After a preliminary analysis of the proposed National Energy and Climate Plan (NECP), published on 19 July, we have drawn up a report card to evaluate the plan.
- The Plan aims to move away from the 2019 NECP approach, considered too optimistic when it comes to translating policies into credible targets.
- The Plan has significant limitations: it does not provide a fossil fuel exit pathway – especially for gas – consistent with the 2050 climate neutrality target; it does not guarantee a sufficient degree of penetration of renewables in the electric system and as a consequence, it is not aligned with the G7 2035 target to decarbonise electricity production; it does not define a framework of policies and measures based on a critical analysis of achievements, also in non-ETS sectors. The technology neutrality approach is not supported by a transparent evaluation, which is necessary to measure the effectiveness of public spending. The policy framework appears complex, redundant and, in several cases, inconsistent with the target.
- A governance framework, which makes the Plan an effective implementation tool even after its approval, is missing. The monitoring process, which has its own dimension, is not linked to a continuous process of improvement and adaptation of the Plan, one that would also include a constant dialogue with all the actors involved in its implementation.
- Openness towards a process of improvement – that is to be developed over the next 12 months – ‘to further raise the level of ambition’. This process should be implemented in all sectors, including enabling dimensions such as finance and the social dimension, and it should consider impact on the productive structure.
Click here or on the image below to download the NECP report card.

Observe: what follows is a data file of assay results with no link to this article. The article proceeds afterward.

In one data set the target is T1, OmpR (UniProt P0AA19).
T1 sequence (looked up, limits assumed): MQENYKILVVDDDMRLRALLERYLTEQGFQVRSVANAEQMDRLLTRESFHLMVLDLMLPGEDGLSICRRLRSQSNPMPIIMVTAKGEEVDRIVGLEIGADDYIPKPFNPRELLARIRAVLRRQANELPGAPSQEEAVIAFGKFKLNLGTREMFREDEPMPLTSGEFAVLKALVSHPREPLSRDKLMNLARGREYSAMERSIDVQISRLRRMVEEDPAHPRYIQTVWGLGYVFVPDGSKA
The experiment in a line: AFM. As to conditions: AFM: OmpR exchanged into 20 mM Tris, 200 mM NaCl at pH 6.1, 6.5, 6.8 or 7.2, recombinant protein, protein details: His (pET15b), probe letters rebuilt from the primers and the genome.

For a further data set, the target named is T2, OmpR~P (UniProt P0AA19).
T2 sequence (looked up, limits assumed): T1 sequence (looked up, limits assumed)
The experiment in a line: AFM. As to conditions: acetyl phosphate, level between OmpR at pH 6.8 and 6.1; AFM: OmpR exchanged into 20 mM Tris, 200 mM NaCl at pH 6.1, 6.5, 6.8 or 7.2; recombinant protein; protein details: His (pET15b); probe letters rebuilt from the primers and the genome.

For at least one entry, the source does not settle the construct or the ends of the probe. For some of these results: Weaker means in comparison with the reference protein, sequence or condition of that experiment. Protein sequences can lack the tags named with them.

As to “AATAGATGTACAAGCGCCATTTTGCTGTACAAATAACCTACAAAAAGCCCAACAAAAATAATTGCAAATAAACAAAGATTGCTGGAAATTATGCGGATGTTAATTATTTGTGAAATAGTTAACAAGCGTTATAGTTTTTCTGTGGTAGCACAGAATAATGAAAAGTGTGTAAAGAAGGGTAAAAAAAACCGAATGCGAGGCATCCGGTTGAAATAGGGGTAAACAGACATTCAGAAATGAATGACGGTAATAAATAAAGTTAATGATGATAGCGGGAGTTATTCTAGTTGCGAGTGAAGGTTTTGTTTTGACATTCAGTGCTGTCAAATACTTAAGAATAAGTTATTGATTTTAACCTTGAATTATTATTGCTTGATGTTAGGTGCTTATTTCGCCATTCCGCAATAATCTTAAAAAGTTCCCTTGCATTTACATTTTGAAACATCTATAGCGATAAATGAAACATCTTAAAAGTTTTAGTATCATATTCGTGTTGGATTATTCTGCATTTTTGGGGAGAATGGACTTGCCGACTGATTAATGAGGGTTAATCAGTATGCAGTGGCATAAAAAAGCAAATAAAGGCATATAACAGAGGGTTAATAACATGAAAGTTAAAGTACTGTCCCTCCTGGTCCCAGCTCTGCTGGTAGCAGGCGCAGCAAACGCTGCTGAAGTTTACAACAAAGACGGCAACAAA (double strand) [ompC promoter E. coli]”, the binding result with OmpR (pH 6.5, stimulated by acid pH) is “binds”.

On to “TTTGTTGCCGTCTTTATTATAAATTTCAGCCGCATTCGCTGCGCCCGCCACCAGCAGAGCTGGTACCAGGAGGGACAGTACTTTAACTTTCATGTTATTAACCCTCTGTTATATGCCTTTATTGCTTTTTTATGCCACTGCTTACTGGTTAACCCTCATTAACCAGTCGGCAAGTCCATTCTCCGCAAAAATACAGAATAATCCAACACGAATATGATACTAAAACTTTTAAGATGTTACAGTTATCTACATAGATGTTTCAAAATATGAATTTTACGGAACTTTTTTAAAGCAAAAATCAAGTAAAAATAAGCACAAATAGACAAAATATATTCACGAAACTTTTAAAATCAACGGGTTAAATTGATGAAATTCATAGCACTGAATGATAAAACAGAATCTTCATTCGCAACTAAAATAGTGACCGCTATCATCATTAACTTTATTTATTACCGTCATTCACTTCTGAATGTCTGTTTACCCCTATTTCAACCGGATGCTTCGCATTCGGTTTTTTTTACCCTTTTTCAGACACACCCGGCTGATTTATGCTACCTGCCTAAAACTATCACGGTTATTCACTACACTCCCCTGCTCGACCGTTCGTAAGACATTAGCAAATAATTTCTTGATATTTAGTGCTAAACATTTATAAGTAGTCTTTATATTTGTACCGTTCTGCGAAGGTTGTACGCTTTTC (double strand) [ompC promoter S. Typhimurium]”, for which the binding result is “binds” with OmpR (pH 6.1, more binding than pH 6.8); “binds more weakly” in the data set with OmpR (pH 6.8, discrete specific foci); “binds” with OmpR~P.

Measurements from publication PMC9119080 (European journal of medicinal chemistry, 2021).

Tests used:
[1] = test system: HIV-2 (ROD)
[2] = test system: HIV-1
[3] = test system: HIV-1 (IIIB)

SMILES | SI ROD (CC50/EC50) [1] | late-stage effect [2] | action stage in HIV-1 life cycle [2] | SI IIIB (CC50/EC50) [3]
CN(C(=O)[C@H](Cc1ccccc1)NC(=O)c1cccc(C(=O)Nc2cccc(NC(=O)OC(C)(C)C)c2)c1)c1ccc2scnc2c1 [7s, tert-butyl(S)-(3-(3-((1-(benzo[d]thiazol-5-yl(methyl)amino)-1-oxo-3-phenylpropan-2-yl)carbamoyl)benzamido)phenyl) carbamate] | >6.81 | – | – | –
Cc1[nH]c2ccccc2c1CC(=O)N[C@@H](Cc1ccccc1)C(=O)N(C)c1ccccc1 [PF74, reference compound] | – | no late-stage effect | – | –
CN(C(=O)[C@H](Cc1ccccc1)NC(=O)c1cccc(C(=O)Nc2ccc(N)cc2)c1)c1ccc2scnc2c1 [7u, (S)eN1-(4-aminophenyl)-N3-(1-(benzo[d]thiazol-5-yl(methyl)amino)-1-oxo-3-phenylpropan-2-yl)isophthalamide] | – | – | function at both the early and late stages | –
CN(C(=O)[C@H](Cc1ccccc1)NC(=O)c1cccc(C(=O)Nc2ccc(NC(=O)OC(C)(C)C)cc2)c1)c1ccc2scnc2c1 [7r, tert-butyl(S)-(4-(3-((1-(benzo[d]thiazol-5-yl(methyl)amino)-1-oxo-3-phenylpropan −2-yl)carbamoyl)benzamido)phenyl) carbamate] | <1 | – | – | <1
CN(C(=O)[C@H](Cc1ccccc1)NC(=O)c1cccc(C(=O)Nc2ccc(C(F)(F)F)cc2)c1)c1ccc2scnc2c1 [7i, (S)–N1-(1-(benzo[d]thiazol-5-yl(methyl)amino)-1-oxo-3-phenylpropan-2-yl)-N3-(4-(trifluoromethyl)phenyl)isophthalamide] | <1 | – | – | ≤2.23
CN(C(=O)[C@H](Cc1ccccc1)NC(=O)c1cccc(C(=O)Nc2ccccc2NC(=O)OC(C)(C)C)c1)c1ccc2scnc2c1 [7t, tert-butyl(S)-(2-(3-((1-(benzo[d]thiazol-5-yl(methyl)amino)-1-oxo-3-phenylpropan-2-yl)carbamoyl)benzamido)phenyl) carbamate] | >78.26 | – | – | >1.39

Click here to download the Italian version of the NECP report card. This includes further assessments for each sector.
Areas to be improved:
- The proposed 2023 Plan must represent a starting point for the development of a document with the potential to express a vision of Italy’s decarbonisation pathway and coherently adjust policies and measures in an organic, non-contradictory and innovative framework.
- Defining a governance for the implementation of the Plan. The Plan should be adopted through an appropriate legal instrument. It is important to envisage implementation mechanisms with full involvement of territories and parties and empowerment of the bodies that are involved in the implementation at several levels. Merely restoring the regional burden sharing of renewable targets or listing the numerous – and evidently ineffective – measures for simplifying the authorisation process cannot fully meet this need. The Plan must also represent a clear change of pace in the achievement of those targets that are now considered achievable. In the absence of effective governance, one that adequately values contribution of investors within an unambiguous regulatory framework, there is a risk of falling back into the ‘optimistic’ approach of 2019.
- The Plan’s governance should allow monitoring, evaluation, and updating of measures in relation to the goals. The Plan should also serve as a policy enabler. Furthermore, it should allow a constant dialogue with parties, bodies, and actors involved in the implementation, enhancing bottom-up actions based on clear and non-contradictory top-down.
In conclusion, the Plan should be able to go beyond energy and climate and return a vision of the country’s development, evaluating the effects of policies on the economic, social, and productive system, enhancing the opportunities and risk management of a process of economic transformation towards ecological transition.
Photo by Hoan Ngoc